Picture a terrible ear infection, whose arduous journey towards remedy and eventual demise is almost immediately followed by a fucked up ankle on the same side of the body, condensing some of the worst parts of childhood and the least sexy parts of 2015’s Europe trip in one go. God damn it, body. If this is biology’s way of saying calm down, I refuse to listen. These are the thoughts I have after dripping two sets of medicine in my right ear and heading to work early so that I can comically hobble my way to The Progress, where an Austria-themed masterclass hosted by GuildSomm and Master Sommelier Matt Stamp awaits. Of course, one half of my head can’t hear anything, but we’re doing fine as long as my nose and mouth aren’t fucked up.
(Shout out to the person who offered to lend me his mom’s crutches, but I refused because that ability is not available to me without looking stupid, and because he gifted me a plant and I don’t have three arms. Its name is Kevin Dur-plant, obviously.)
Besides a very cool intra-regional comparison of Austria’s star grape Grüner Veltliner, a big takeaway was a general consensus that the white pepper note of the grape, its long-known flavour identifier, should be treated as a heavy suggestion to the grape’s identity in a blind tasting rather than a flavour that is ubiquitous in its wines. This is analogous to Riesling and its petrol notes, which may indicate that a wine may be made from Riesling, even though not all Riesling wines exhibit that particular note.
Anyways: Grüner Veltliner. Yes. I’ve honestly never been too drawn to the fashionable grape, which itself has often been mistaken for Italian Pinot Grigio and Spanish Albariño in blind tastings – and because of these Light and Fresh™ similarities, another theoretical lightweight and cutting white wine with nothing but an apparent note of vegetal white pepper to show for its distinctiveness never seemed outstandingly appealing to me. Of course, I am constantly proven wrong.
Markus Huber 2015 Grüner Veltliner, Ried Obere Steigen (Traisental DAC, Niederösterreich, Austria) Mar 2017. $22 USD.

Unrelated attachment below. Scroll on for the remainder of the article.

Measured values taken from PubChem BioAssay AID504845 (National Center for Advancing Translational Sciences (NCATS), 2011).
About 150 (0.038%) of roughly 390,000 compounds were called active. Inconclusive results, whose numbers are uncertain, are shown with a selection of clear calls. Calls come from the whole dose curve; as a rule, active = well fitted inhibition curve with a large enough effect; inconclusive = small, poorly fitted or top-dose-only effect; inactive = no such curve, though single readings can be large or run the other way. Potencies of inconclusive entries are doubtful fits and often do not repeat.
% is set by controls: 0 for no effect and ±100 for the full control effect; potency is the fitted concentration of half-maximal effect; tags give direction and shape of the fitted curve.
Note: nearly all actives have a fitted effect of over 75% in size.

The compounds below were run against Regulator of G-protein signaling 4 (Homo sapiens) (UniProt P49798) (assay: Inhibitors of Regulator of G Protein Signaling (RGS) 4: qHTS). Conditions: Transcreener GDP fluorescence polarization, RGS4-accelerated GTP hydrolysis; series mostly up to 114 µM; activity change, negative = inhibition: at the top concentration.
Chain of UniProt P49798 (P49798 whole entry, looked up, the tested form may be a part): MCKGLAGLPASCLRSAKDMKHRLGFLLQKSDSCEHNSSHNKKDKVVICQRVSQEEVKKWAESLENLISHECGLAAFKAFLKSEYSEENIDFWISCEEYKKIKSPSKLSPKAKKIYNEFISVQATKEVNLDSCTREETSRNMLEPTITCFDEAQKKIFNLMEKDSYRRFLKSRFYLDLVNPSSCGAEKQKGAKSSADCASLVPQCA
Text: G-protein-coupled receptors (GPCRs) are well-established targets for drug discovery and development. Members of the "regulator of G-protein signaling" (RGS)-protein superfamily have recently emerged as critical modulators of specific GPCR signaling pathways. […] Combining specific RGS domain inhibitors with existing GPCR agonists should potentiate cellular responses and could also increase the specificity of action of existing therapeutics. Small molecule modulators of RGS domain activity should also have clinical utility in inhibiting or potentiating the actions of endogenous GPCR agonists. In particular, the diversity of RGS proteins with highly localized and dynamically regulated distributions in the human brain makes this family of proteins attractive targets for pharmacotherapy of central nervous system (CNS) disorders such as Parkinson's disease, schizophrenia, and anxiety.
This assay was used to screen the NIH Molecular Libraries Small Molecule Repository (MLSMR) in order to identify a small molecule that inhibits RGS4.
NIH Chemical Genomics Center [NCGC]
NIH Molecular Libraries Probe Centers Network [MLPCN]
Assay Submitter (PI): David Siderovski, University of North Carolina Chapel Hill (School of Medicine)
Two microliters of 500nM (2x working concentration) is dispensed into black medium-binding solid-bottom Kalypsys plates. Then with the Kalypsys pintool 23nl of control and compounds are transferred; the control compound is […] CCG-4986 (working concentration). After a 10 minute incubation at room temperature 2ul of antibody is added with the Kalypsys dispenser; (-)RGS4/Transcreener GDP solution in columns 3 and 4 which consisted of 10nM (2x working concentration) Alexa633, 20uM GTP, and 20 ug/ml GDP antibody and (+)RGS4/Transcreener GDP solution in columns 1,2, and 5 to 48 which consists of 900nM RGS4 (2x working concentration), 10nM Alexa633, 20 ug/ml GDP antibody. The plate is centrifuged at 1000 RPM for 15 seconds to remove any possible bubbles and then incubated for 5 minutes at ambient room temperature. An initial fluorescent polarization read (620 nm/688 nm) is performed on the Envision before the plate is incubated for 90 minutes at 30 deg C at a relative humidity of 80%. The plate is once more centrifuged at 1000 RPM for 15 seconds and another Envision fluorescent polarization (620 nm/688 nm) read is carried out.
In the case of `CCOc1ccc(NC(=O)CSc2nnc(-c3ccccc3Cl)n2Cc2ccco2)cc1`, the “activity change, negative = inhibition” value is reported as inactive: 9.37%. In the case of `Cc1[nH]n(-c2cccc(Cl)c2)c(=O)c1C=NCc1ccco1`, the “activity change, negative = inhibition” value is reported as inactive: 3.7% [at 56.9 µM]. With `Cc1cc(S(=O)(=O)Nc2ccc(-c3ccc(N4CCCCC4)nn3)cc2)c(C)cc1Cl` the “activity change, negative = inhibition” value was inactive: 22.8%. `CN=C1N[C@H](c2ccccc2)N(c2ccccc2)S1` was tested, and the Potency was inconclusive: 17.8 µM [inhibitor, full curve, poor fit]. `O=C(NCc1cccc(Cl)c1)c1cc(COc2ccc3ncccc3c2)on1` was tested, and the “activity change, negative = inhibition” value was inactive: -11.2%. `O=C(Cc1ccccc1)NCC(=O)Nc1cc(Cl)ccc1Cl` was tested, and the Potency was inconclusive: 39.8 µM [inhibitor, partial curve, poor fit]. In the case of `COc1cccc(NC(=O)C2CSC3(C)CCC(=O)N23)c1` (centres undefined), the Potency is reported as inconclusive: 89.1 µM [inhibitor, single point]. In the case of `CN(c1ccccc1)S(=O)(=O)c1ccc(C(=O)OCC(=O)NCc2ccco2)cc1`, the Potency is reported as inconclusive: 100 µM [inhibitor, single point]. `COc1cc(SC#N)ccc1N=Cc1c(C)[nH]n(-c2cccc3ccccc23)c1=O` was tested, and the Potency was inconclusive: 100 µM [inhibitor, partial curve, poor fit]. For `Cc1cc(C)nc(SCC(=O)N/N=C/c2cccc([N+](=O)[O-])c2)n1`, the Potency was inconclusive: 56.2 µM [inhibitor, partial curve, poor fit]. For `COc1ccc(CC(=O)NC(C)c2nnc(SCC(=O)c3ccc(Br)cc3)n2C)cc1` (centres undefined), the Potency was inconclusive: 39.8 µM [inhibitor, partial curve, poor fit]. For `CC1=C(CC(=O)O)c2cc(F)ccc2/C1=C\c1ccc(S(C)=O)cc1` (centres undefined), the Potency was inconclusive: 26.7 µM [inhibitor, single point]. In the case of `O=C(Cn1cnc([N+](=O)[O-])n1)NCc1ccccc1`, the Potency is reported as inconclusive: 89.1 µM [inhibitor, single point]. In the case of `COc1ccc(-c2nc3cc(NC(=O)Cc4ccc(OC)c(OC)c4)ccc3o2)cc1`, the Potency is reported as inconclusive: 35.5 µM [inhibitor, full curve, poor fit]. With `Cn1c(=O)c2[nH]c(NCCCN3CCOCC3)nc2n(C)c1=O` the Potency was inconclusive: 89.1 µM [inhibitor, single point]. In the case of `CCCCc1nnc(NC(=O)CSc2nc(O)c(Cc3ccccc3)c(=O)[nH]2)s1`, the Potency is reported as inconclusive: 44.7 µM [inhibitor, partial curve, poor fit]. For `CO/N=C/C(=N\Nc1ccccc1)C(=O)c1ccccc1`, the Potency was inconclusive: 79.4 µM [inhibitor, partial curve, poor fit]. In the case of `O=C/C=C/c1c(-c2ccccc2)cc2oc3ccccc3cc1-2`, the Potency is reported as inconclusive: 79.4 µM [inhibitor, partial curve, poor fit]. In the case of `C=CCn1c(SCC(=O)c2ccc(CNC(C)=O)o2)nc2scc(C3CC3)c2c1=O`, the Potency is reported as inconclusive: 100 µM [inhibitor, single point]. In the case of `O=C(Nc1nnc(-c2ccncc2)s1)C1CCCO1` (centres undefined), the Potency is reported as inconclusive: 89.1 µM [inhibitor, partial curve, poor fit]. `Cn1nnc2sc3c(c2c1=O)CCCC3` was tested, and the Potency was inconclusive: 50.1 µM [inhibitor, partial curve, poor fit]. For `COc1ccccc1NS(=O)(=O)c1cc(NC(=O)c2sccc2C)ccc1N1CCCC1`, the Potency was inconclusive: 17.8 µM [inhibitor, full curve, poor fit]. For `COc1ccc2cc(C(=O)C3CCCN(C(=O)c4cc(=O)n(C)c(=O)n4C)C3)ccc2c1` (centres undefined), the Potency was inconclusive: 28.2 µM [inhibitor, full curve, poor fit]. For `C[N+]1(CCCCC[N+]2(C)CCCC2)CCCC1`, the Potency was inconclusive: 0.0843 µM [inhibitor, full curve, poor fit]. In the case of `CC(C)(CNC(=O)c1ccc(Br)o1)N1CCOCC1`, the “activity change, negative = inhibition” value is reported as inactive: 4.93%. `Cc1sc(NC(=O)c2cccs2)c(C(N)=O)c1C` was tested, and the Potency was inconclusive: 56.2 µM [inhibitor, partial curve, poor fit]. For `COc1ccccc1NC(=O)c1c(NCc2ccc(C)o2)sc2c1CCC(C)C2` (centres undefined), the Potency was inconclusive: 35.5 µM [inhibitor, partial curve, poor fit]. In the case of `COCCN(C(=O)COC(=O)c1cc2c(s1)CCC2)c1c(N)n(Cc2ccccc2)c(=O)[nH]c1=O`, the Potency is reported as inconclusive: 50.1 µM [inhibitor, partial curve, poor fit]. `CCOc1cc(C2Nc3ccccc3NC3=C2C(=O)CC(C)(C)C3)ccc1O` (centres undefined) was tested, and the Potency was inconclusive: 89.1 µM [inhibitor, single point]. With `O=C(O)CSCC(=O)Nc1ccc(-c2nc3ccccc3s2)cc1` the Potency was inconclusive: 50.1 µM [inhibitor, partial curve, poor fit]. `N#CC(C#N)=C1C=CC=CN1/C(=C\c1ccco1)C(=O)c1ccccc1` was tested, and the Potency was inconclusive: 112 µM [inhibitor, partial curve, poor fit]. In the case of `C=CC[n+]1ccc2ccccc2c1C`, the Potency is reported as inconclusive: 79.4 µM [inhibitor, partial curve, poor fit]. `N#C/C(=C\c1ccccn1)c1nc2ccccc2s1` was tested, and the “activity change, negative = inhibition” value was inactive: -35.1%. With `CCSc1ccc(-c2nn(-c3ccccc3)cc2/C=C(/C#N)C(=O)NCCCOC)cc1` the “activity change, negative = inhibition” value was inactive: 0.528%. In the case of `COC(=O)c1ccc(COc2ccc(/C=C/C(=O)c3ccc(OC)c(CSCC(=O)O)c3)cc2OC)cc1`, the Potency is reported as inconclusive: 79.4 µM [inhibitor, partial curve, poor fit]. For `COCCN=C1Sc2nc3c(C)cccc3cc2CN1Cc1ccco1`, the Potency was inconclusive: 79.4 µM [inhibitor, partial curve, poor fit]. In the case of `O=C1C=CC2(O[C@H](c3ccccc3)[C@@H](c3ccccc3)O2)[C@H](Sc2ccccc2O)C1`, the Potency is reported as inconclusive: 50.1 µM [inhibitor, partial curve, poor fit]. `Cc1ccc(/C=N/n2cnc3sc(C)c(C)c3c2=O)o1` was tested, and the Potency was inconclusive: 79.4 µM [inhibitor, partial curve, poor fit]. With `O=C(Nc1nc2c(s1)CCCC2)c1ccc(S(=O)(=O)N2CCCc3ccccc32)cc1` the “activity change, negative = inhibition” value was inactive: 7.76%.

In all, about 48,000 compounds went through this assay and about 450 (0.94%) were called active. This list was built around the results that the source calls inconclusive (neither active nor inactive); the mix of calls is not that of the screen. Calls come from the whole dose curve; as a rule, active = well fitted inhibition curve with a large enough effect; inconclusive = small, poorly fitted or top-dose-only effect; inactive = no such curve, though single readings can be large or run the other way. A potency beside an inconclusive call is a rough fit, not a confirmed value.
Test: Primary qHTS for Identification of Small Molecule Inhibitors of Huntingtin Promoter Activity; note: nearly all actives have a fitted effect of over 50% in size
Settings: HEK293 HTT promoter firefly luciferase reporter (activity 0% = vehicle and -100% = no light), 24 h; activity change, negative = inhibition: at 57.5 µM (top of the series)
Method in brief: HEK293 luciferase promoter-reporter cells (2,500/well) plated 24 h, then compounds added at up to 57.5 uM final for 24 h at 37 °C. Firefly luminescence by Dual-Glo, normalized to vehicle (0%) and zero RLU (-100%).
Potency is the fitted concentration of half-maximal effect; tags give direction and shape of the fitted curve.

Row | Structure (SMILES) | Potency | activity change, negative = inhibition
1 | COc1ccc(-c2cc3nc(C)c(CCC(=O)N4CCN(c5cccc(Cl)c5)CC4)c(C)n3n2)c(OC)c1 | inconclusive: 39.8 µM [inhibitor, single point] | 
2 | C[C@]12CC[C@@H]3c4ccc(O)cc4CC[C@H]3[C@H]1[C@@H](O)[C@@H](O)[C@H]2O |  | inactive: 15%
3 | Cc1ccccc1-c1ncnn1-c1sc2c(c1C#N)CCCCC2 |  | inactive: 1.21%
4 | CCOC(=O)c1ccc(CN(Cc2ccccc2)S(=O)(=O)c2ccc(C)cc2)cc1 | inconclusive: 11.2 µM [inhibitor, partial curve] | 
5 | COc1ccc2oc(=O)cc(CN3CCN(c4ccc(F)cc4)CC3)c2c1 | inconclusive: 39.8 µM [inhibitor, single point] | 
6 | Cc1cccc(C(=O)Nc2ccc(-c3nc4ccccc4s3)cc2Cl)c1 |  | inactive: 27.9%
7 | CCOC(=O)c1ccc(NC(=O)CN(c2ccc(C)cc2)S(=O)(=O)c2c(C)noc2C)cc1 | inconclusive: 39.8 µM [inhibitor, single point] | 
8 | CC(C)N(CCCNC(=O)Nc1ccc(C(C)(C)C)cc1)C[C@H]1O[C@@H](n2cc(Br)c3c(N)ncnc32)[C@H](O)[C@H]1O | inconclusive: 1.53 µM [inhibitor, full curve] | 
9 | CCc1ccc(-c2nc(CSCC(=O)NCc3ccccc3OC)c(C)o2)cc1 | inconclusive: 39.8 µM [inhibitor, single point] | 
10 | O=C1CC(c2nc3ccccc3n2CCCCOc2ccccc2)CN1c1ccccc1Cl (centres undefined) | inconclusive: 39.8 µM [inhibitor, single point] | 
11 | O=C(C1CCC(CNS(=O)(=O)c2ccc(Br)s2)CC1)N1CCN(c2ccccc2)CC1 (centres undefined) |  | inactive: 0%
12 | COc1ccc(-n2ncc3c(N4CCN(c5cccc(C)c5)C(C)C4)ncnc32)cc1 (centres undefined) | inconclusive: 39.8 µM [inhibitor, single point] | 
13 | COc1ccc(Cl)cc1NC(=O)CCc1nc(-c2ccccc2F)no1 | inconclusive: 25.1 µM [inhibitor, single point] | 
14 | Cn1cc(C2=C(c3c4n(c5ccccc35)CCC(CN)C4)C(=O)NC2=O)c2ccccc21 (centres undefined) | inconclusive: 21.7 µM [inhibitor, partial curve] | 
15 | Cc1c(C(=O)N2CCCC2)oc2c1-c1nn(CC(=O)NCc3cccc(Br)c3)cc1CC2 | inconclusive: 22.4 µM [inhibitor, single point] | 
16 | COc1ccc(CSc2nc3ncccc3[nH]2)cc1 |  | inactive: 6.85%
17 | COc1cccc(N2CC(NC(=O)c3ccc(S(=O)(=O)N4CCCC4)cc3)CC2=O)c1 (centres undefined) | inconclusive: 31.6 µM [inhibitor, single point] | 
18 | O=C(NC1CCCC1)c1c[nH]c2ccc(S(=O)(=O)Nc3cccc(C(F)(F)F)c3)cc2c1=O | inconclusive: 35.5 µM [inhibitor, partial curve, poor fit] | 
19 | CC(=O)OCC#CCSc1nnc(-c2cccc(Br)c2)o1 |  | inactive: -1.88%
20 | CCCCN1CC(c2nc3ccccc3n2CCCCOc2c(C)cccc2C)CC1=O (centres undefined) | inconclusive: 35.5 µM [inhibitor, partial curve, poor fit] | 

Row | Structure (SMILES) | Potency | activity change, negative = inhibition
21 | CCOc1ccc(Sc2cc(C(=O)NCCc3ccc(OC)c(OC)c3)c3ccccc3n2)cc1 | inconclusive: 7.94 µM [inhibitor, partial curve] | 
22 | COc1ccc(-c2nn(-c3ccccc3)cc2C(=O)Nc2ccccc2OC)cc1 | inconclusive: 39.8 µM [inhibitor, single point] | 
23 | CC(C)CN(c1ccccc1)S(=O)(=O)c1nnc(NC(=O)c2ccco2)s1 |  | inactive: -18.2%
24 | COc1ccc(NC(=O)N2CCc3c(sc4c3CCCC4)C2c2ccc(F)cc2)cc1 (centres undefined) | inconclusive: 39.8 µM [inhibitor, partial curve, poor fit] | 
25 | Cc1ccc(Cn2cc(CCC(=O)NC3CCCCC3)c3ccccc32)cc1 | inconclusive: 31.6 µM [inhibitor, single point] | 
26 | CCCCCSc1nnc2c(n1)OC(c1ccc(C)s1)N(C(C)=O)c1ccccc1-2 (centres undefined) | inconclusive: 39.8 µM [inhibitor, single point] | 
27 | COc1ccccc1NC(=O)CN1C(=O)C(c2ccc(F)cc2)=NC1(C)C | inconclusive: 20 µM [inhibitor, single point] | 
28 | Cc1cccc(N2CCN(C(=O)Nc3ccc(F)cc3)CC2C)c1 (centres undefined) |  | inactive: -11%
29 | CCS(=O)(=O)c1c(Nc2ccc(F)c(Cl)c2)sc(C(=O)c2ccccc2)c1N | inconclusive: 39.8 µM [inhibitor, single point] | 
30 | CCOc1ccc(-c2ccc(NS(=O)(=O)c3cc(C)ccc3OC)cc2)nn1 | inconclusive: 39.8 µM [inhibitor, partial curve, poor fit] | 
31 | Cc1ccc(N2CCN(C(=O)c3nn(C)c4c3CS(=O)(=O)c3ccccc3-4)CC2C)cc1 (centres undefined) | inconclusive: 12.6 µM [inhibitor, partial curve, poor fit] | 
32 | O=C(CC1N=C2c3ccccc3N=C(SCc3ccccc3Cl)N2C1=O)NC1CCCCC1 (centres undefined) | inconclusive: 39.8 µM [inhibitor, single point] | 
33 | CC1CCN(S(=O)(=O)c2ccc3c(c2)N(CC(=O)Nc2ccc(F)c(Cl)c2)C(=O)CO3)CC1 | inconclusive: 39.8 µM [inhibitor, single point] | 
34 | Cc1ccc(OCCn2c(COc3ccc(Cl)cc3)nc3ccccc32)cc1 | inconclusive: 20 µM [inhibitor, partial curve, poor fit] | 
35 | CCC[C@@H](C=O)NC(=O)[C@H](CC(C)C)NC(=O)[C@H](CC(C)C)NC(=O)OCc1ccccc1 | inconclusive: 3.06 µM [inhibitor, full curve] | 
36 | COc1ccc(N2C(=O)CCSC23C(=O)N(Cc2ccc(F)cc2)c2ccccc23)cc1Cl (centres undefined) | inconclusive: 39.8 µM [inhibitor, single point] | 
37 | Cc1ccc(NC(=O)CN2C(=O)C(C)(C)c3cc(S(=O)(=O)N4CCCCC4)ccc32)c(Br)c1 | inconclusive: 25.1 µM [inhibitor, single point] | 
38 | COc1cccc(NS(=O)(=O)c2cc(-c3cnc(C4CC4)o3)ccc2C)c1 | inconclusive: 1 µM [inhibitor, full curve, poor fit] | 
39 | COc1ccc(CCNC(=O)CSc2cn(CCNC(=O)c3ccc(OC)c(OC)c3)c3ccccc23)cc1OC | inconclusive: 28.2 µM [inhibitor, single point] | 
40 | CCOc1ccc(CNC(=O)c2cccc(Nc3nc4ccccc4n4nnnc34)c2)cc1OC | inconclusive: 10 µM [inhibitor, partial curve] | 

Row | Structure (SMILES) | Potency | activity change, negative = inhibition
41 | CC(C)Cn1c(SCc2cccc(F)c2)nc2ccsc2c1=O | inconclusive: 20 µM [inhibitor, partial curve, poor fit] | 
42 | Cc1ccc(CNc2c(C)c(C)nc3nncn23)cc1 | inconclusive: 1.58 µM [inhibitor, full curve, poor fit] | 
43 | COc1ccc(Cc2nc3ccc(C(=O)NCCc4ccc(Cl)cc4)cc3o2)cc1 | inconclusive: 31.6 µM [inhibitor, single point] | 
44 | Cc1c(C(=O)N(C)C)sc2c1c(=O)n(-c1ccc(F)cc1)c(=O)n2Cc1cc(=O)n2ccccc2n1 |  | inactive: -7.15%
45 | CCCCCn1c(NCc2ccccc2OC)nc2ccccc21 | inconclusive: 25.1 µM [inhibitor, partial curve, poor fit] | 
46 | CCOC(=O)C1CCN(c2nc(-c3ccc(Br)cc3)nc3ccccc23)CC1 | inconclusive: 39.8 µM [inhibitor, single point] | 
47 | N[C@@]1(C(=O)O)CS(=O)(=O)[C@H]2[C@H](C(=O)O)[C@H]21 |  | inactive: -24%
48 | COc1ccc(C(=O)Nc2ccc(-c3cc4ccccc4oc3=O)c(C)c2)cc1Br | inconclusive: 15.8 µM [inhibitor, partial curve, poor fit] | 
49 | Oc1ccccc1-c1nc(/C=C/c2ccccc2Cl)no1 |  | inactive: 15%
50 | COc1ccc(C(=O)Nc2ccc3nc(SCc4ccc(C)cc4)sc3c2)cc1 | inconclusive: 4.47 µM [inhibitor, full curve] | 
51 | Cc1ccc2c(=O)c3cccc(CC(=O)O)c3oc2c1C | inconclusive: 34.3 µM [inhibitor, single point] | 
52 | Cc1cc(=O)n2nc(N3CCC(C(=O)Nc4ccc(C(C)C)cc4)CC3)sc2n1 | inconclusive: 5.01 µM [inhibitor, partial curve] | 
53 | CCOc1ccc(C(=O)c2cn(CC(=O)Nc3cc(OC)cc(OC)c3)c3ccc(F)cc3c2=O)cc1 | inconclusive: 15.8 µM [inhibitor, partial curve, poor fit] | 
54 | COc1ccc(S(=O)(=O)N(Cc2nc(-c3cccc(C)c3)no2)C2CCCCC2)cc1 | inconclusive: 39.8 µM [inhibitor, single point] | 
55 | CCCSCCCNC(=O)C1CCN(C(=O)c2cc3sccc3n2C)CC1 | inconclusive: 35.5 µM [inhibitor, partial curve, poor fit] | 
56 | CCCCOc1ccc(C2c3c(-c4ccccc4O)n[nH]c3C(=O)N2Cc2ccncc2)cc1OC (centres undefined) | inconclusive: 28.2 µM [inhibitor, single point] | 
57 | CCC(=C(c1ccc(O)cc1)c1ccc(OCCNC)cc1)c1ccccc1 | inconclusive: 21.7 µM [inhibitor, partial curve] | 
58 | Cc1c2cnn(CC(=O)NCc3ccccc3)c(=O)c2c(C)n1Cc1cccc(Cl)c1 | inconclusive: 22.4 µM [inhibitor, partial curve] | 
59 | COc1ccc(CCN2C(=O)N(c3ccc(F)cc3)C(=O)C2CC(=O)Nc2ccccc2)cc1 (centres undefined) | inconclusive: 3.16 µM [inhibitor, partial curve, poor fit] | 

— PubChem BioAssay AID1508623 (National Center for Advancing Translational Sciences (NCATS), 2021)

Moderately intense nose of slightly charred apple and minerals. The satisfying brisk energy and density perhaps make up for its icy and closed personality.
Weszeli 2014 “Reserve” Grüner Veltliner, Ried Schenkenbichl (Kamptal DAC, Niederösterreich, Austria) Mar 2017. SRP $43 USD.
A pinch more of Grüner’s spicy green pigeonhole that surrounds green apple and comfort-inducing woody tea-like florals, like certain pieces of wooden furniture: more fresh IKEA than church pew. Fantastic intensity of flavours and savouriness on the palate matches its brightness. Outstanding.
Bernhard Ott 2014 “Der Ott” Grüner Veltliner (Wagram, Niederösterreich, Austria) Mar 2017. SRP $19 USD.
Citrus and white pepper on the nose with some waxiness. Seemingly disappointing at this point, but beneath the aromatic and physically lightweight character there’s a contradictorily and supremely expressive profile on the palate that reveals some red apple and a hint of brininess.
Veyder-Malberg 2015 “Libedich” Grüner Veltliner (Wachau, Niederösterreich, Austria) Mar 2017. SRP $38 USD.
Tea-like florals on the nose with a vegetal character like an iota of wasabi, but any spicy greenness is rounded out by this creamy nectarine note and a mere touch of something sweaty. An intensely lemony and dry attack that leaves the barest impression of spritz on the tongue, and there’s a nice density despite relatively low alcohol at 11.5%.
Domäne Wachau 2015 “Federspiel” Grüner Veltliner, Ried Kollmitz (Wachau, Niederösterreich, Austria) Mar 2017. SRP $26 USD.
Several daggers on the nose: first it’s lemon and white peach, then there’s some pineapple, and then there’s pear. Really sets off the taste buds like a brightly multicoloured row of slots in a casino.